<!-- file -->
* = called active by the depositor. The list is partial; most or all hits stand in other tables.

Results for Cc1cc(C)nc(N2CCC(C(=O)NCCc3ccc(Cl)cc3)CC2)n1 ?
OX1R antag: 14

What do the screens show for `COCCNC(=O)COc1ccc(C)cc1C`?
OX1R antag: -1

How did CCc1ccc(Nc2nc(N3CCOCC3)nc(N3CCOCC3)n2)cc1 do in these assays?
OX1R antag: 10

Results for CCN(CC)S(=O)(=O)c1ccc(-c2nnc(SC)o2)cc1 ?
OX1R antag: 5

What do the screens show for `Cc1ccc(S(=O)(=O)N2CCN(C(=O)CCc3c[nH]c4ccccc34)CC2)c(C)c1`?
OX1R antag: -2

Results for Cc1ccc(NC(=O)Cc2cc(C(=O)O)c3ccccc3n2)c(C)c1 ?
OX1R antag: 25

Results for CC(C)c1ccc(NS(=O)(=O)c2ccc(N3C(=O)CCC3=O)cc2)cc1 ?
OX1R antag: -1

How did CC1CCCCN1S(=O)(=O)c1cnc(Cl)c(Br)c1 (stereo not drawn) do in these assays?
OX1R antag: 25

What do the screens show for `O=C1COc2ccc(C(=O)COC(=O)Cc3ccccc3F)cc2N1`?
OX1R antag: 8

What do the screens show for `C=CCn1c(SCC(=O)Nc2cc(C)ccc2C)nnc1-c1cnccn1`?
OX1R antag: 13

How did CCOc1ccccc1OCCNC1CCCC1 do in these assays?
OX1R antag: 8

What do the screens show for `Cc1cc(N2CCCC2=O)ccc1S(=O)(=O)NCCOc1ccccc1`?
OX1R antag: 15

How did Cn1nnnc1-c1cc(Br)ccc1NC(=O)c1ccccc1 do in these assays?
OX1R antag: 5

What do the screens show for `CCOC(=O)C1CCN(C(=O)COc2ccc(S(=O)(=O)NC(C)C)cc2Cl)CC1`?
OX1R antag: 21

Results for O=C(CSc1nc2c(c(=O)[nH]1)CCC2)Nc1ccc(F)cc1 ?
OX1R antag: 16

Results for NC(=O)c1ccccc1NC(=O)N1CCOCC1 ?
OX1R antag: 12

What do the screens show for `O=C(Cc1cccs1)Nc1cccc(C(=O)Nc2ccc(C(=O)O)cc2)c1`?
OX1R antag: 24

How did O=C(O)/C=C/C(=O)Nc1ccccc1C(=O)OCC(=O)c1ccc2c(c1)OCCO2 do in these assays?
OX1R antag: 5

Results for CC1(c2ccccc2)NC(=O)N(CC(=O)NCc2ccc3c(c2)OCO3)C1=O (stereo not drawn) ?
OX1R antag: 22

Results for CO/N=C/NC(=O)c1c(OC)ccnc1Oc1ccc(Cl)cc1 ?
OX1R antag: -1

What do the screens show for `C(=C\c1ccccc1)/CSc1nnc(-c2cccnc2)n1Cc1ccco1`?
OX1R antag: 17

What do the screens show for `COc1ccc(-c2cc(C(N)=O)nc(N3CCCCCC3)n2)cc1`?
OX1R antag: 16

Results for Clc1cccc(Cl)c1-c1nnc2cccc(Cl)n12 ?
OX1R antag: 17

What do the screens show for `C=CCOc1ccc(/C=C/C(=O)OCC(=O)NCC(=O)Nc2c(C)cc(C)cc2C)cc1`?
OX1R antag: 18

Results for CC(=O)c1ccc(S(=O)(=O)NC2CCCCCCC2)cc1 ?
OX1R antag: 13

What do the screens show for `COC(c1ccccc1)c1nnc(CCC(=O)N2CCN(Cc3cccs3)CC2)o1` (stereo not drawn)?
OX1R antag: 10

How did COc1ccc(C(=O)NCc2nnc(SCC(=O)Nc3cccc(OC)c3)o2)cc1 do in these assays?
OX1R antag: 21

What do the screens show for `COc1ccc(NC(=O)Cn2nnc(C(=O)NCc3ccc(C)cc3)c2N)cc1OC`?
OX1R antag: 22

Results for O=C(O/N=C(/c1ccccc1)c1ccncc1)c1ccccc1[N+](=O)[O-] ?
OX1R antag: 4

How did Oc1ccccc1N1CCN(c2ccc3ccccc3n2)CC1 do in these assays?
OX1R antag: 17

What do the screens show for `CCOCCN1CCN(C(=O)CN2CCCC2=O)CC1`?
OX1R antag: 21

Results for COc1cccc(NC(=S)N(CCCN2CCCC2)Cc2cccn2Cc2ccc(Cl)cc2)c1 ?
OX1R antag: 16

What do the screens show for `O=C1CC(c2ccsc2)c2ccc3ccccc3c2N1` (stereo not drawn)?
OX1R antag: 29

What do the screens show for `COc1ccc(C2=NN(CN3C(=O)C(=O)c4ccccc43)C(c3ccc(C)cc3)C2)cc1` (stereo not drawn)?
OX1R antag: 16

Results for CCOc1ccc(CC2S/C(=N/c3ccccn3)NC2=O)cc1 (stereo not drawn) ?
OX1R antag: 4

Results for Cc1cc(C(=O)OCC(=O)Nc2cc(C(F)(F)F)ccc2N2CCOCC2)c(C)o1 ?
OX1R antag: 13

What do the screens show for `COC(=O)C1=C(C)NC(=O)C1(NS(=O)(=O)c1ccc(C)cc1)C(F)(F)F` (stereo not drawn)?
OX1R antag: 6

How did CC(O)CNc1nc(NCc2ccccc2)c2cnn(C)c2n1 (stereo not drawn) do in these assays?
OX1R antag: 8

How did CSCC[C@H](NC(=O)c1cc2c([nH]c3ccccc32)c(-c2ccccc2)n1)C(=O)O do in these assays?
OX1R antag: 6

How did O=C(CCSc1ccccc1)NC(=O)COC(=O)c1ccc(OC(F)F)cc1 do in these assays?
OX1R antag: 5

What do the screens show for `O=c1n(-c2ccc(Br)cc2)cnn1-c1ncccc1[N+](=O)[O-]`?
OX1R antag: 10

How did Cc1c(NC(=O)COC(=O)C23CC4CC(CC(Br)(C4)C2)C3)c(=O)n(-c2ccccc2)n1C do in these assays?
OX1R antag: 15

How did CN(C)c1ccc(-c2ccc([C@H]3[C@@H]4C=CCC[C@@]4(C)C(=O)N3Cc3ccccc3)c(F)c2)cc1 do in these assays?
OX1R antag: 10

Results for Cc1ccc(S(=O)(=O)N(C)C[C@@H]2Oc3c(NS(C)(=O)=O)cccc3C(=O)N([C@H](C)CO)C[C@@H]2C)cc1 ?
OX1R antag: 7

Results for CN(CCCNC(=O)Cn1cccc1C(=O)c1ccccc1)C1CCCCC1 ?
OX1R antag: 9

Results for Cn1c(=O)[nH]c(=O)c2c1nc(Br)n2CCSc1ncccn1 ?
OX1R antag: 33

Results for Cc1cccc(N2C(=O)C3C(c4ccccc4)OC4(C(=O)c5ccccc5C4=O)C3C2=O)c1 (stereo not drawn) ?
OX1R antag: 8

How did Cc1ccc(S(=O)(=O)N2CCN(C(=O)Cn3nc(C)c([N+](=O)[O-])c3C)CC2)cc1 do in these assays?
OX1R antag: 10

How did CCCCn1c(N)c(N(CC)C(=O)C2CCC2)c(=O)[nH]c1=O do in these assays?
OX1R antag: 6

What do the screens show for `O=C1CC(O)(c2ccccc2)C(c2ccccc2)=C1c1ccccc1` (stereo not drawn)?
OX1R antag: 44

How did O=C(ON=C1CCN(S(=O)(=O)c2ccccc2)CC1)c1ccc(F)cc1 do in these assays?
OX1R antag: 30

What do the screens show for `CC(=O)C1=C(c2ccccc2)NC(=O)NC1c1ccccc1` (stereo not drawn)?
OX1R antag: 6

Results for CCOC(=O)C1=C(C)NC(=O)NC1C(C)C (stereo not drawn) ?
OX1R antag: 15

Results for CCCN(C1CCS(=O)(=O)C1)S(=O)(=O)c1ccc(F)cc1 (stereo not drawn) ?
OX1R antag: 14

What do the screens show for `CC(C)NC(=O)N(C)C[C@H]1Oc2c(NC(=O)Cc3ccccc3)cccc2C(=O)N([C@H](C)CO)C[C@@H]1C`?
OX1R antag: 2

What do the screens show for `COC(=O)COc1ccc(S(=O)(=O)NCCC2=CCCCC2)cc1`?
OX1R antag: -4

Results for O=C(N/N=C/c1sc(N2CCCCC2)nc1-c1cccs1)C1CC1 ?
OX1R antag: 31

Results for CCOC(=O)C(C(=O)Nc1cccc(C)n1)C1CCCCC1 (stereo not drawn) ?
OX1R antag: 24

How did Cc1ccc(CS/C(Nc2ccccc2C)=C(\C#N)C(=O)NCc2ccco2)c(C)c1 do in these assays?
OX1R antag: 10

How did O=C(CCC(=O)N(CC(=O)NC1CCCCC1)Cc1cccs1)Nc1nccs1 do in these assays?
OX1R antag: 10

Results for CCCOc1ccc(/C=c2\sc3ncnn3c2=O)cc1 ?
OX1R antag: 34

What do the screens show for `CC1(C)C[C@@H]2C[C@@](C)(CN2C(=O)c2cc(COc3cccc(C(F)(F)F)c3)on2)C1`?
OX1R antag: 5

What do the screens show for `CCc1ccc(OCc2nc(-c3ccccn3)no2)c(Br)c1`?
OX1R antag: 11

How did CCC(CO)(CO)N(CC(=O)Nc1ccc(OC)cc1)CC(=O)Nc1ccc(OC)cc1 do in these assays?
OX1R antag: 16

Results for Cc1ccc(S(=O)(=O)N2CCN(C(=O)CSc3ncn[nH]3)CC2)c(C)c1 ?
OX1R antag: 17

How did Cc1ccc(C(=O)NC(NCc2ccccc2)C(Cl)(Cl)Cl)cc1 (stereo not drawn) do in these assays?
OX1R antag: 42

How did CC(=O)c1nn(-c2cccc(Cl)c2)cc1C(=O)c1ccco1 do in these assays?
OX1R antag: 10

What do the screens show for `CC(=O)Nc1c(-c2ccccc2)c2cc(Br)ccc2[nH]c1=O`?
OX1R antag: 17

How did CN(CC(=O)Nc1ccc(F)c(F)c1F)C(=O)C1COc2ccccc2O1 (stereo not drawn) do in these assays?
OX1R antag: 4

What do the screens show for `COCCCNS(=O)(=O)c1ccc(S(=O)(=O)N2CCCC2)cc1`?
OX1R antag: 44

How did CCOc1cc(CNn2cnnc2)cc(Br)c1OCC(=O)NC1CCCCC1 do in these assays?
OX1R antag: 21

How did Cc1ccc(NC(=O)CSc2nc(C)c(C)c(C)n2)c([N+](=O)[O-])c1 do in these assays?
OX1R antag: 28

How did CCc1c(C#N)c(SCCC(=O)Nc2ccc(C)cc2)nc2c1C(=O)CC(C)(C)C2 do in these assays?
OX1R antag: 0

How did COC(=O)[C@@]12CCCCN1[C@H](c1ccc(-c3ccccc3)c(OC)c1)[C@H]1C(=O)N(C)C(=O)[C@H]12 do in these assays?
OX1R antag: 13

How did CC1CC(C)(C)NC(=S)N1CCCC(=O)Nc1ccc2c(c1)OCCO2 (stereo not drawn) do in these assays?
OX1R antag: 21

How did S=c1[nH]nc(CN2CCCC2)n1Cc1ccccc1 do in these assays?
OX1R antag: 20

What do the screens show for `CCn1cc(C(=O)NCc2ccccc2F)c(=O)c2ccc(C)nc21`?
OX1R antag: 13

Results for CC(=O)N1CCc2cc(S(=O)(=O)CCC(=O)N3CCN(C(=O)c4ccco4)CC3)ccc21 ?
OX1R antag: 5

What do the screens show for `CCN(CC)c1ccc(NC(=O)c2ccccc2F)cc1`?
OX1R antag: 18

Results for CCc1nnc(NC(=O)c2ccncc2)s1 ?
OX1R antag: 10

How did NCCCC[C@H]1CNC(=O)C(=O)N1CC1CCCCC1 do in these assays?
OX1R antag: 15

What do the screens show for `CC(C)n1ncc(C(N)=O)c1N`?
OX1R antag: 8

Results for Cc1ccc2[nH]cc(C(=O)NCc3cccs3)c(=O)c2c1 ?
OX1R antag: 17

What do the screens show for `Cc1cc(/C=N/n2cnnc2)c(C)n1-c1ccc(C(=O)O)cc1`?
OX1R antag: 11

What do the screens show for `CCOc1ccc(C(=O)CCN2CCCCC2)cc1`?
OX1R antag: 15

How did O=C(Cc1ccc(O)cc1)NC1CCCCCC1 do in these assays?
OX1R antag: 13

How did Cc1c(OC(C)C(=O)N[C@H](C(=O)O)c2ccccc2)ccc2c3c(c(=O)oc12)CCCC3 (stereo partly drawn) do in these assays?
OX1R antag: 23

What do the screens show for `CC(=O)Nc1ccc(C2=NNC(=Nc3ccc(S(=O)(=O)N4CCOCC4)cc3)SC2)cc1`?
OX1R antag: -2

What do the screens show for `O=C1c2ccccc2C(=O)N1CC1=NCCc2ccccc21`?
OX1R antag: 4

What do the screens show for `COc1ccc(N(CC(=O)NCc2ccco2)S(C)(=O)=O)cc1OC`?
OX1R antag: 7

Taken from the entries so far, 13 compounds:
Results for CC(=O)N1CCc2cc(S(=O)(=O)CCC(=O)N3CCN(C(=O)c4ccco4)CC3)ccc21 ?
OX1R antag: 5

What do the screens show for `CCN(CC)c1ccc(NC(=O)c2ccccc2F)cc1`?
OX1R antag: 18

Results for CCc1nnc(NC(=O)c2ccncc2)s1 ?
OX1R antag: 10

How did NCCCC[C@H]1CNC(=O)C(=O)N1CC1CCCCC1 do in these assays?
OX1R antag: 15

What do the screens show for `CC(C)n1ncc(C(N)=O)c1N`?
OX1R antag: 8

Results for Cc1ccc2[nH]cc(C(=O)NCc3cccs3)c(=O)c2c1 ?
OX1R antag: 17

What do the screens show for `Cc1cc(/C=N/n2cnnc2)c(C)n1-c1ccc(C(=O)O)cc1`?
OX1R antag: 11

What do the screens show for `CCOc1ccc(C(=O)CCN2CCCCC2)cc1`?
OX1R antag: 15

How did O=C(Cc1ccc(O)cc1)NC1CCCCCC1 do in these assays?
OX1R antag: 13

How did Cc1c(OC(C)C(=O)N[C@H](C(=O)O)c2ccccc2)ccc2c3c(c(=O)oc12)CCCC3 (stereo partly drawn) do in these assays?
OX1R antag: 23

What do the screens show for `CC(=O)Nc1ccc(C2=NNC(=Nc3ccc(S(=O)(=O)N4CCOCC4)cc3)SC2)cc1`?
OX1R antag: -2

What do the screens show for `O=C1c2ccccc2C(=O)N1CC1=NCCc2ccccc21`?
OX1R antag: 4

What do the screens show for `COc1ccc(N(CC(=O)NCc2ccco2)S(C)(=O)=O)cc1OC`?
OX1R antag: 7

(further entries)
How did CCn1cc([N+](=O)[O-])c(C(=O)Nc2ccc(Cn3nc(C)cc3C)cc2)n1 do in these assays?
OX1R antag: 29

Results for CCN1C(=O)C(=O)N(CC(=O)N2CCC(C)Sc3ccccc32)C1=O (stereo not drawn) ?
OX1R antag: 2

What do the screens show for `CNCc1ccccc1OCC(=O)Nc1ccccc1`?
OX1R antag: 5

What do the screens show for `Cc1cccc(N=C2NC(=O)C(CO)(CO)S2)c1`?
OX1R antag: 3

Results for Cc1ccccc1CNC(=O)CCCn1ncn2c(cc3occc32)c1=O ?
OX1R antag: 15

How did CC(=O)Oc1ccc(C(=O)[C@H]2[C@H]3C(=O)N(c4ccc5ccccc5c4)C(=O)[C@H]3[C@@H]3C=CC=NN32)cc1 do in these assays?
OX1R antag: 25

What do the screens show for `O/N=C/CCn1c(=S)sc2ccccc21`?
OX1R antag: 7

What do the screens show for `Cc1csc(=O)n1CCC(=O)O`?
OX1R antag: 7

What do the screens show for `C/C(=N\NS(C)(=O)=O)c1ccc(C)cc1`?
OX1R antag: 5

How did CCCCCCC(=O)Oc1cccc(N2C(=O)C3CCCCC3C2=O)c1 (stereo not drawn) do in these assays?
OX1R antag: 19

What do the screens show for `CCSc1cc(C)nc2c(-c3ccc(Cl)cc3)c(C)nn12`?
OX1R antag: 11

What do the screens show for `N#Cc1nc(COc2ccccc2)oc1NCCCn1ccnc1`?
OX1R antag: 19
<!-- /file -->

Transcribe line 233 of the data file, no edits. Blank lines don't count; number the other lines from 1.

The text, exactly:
OX1R antag: 19